Culture’s Role in Whole-Site Safety

 

Kee Safety’s Peter Woodliffe Thomas has traveled all over the world and observed various sites in hopes of getting them to his standard, which is whole-site safety. While on different sites around the globe, he’s seen a culture’s general attitude about safety transfer over into the workplace.

“An awful lot comes from what people deem to be acceptable,” Woodliffe Thomas said. “You’ll see things in Asia that people deem to be acceptable or in India that people deem to be acceptable, such as riding a motorcycle without a crash helmet or driving a car without a seatbelt, and it’s just considered acceptable.”

Another factor is more economically developed countries spending more money on safety, creating “a self-fulfilling prophecy,” Woodliffe Thomas said. “You start to spend money on safety, things that appear to be less safe become unacceptable to people, you then begin to spend more money on safety, and it just gets better and better and better. That is a big part of it.”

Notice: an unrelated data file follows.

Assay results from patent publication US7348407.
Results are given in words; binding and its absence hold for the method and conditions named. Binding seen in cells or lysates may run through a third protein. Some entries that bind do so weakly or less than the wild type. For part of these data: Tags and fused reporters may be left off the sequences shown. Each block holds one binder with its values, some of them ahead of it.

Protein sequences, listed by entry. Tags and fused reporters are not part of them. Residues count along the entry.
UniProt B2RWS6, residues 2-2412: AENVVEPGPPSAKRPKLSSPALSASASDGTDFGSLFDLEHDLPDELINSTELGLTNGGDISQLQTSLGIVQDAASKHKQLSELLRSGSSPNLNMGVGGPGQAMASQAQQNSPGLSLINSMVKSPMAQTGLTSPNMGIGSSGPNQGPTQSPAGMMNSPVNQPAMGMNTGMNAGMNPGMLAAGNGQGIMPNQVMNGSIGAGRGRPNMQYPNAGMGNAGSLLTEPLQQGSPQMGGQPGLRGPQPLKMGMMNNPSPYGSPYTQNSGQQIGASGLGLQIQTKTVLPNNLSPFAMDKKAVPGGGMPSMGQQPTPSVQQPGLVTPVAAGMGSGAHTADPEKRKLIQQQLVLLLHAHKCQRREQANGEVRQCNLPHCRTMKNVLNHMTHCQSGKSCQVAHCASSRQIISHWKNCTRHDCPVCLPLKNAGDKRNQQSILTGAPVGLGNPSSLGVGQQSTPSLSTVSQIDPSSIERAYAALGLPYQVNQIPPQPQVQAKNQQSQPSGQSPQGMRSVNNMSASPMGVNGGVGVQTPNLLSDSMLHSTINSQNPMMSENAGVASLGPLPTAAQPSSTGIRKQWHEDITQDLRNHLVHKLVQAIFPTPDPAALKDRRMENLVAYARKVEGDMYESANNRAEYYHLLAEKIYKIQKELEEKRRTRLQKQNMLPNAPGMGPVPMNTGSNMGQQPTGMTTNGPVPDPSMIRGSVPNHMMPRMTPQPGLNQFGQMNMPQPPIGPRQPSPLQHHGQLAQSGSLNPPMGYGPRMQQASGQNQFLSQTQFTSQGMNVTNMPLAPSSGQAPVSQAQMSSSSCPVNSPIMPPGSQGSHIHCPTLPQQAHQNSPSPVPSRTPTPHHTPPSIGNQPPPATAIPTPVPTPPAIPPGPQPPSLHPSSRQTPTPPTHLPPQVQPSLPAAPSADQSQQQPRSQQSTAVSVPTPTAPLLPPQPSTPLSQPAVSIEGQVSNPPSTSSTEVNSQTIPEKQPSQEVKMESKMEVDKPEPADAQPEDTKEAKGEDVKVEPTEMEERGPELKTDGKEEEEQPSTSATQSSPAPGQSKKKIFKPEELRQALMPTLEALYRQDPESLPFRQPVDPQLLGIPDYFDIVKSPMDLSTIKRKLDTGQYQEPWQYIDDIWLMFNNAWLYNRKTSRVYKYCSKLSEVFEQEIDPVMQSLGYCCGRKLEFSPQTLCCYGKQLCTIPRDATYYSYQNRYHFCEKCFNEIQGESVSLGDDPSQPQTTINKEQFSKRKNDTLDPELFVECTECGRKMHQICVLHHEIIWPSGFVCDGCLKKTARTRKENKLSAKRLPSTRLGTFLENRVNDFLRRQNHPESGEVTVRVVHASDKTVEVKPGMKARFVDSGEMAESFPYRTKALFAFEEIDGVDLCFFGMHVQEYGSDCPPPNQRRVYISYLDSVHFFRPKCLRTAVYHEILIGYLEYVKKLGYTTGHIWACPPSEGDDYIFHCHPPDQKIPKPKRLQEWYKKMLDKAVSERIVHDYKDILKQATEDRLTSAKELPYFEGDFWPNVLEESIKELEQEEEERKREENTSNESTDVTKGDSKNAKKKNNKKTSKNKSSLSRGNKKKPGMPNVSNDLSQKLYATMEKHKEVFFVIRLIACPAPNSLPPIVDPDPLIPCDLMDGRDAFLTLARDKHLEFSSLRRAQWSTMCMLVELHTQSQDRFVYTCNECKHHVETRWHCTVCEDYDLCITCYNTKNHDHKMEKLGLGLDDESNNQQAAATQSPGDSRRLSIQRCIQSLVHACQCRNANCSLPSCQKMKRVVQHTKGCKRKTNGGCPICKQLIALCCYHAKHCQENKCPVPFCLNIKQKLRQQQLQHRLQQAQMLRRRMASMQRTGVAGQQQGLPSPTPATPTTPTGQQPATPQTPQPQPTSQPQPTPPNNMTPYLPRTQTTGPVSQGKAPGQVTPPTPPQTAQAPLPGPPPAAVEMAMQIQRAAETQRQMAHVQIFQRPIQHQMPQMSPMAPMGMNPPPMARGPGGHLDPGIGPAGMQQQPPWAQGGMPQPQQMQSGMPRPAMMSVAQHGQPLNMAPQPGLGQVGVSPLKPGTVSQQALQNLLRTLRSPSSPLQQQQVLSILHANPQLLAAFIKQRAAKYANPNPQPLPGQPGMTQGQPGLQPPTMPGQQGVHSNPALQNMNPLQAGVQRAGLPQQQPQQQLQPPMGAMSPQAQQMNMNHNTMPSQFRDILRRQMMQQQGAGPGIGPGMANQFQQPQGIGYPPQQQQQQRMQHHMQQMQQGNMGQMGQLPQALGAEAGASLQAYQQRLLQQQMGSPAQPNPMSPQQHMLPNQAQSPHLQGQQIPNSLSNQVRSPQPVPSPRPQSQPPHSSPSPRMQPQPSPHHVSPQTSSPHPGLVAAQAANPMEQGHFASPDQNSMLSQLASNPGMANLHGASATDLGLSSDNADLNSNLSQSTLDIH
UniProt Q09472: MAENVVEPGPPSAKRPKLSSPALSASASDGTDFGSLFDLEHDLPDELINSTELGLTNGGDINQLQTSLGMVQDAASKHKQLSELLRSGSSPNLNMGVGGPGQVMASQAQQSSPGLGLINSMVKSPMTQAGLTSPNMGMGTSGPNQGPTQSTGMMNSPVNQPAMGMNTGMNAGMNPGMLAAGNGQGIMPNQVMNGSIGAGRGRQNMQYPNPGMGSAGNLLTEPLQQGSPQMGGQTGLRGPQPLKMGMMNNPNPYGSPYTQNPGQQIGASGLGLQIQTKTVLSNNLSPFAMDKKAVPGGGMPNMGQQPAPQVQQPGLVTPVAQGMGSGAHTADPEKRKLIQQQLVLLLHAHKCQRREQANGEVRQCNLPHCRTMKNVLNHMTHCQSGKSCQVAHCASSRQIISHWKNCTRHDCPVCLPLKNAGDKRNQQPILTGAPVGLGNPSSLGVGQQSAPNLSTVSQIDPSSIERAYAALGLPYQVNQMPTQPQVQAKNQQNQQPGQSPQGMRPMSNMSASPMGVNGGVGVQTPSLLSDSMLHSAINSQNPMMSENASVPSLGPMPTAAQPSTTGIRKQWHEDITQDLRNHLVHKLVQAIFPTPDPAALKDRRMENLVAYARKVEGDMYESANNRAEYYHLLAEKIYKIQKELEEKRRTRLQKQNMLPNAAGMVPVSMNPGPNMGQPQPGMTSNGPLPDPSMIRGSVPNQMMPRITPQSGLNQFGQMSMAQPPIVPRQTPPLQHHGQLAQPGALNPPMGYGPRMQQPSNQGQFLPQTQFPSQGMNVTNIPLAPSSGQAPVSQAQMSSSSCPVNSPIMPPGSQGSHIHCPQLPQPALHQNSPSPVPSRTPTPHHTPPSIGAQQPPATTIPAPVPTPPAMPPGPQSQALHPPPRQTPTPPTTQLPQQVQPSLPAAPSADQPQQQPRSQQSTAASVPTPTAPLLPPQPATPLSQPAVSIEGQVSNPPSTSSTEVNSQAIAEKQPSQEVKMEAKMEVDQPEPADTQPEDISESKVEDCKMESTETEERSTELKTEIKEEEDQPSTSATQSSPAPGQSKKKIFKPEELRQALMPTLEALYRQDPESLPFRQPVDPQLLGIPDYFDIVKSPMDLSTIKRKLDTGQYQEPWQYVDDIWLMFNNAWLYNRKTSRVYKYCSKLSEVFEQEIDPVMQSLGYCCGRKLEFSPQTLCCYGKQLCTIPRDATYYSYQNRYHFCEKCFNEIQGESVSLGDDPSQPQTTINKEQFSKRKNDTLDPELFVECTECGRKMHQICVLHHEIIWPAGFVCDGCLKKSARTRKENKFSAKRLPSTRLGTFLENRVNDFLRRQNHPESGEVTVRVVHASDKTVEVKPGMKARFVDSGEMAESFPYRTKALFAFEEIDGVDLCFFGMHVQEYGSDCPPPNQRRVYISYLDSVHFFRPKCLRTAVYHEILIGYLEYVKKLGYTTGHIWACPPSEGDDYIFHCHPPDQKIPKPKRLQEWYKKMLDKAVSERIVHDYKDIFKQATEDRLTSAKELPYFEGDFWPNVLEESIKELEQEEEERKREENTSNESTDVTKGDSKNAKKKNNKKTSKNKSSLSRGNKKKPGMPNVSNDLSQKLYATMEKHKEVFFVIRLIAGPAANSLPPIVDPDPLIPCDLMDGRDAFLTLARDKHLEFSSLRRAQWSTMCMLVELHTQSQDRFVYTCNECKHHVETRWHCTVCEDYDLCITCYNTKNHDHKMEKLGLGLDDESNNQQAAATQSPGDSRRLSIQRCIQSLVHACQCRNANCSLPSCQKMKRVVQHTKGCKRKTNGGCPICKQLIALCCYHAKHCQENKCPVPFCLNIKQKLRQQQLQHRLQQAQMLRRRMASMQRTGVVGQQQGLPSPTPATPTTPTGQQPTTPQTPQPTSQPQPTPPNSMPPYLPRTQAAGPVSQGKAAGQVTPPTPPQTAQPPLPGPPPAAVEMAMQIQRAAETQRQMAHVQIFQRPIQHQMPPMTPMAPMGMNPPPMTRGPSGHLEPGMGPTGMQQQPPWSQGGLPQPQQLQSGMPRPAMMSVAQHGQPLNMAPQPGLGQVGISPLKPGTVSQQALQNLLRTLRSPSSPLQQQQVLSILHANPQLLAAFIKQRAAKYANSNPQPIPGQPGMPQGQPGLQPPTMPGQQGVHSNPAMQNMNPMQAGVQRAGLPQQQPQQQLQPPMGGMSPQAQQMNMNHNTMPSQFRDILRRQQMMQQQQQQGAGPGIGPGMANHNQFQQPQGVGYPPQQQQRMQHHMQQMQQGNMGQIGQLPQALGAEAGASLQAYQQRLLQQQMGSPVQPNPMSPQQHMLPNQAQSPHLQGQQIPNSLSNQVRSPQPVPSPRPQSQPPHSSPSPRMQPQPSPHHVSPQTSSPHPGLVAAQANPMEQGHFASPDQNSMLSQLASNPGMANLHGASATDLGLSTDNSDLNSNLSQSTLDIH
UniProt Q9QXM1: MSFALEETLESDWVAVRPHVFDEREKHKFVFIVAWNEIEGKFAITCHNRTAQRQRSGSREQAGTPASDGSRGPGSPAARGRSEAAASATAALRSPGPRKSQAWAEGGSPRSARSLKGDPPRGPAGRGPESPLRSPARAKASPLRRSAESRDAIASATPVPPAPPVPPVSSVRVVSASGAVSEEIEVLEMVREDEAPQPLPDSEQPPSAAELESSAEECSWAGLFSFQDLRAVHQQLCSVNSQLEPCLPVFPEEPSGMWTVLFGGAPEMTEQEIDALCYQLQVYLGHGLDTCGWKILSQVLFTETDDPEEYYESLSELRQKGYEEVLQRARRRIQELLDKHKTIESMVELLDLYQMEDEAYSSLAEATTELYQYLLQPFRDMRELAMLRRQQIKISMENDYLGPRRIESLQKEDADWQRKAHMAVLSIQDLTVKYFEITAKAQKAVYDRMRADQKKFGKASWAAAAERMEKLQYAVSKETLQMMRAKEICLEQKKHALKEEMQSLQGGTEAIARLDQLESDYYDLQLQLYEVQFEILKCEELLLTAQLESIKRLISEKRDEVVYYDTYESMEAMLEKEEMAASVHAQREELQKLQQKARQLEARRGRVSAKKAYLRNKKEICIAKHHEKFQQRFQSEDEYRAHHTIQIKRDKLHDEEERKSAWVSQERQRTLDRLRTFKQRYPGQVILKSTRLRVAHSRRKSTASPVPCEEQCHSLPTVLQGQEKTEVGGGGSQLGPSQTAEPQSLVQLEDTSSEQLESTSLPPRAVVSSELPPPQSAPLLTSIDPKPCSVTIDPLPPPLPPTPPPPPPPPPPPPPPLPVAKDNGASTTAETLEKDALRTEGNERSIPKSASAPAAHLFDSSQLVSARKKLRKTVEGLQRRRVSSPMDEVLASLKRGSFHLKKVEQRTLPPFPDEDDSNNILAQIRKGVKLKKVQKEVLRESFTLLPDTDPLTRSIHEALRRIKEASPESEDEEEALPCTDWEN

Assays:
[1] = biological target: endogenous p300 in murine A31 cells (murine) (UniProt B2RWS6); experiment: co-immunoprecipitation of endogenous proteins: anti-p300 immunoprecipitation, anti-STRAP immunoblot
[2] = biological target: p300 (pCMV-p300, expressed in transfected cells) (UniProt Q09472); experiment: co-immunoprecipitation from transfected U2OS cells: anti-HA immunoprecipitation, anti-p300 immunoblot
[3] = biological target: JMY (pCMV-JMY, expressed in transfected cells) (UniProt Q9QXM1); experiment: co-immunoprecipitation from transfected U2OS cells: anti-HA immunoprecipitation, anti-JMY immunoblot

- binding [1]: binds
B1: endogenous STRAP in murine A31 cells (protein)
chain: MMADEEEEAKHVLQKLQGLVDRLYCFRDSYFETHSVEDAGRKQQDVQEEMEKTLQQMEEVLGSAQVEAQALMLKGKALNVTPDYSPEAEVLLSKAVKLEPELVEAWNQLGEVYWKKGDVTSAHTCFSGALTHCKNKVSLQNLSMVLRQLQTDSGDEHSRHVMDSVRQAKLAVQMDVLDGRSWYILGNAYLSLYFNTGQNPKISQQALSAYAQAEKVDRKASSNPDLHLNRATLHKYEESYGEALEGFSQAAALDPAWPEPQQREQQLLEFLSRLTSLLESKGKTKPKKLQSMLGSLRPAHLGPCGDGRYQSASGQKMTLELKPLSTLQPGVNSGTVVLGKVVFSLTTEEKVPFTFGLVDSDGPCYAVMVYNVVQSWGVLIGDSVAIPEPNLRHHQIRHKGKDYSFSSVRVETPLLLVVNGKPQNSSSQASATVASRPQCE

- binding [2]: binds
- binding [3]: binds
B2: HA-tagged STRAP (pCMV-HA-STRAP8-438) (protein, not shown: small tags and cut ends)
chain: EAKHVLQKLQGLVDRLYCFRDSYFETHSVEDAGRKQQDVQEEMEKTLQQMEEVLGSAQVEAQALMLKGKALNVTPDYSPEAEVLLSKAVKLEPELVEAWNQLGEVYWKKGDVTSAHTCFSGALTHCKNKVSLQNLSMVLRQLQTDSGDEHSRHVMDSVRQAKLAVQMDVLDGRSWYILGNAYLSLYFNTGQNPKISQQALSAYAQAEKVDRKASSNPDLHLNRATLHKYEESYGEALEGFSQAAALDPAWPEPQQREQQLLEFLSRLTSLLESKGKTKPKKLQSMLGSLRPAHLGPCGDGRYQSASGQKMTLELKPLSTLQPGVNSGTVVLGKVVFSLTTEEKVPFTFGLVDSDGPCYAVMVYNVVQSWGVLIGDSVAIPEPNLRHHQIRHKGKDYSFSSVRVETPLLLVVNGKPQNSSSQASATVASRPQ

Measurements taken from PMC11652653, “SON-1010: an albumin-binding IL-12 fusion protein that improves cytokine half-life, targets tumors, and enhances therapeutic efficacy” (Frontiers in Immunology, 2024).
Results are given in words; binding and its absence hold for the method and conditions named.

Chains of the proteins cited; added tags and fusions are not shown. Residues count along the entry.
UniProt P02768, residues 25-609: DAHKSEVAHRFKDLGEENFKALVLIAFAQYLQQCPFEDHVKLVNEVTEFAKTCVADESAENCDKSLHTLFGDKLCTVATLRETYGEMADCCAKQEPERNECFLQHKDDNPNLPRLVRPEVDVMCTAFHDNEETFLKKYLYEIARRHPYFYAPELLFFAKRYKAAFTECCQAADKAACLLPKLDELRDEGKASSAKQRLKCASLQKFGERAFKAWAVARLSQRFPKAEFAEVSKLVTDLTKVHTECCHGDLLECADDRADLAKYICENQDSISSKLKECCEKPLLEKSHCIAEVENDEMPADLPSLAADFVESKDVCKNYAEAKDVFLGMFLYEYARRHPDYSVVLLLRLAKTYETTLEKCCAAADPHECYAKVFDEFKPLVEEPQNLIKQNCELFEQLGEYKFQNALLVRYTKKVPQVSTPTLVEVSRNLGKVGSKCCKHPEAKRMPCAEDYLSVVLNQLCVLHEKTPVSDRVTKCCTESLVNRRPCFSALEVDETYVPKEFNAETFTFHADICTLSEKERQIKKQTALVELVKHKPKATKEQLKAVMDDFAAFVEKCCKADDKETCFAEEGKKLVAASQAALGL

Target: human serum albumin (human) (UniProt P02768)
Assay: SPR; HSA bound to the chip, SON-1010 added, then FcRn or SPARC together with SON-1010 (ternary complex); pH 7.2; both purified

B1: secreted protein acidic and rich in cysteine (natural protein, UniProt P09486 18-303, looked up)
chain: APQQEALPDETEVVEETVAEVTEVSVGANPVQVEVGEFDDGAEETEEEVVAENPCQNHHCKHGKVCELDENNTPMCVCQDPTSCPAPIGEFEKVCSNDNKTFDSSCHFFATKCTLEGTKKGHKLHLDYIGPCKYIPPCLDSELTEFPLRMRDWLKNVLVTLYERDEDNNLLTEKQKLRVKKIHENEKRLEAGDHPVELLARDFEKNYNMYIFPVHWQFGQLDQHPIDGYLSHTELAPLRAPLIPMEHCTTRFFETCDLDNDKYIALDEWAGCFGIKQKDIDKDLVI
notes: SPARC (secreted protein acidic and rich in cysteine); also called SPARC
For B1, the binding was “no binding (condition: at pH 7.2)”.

Often, Woodliffe-Thomas and Dan Huntington agreed, those standards of acceptability can change with the generations. While an older person in North America may still be comfortable riding in a car without a seat belt, few young people feel the same thanks to both legislation and cultural shifts.

“In my experience, children grow up looking at their parents for guidance until a certain point in their life,” he said. “That’s generally sort of 16, 17, 18, when they look at something their parents do and they actually get enough knowledge to then stand back and look and say, ‘Really? I don’t think that’s the right thing to be doing.’”

That’s why education is so critical, both for companies working in sites but also for the general public, to make sure everyone understand the goal. It’s not to prevent people from doing things, but to enable them to do whatever they’d like safely.

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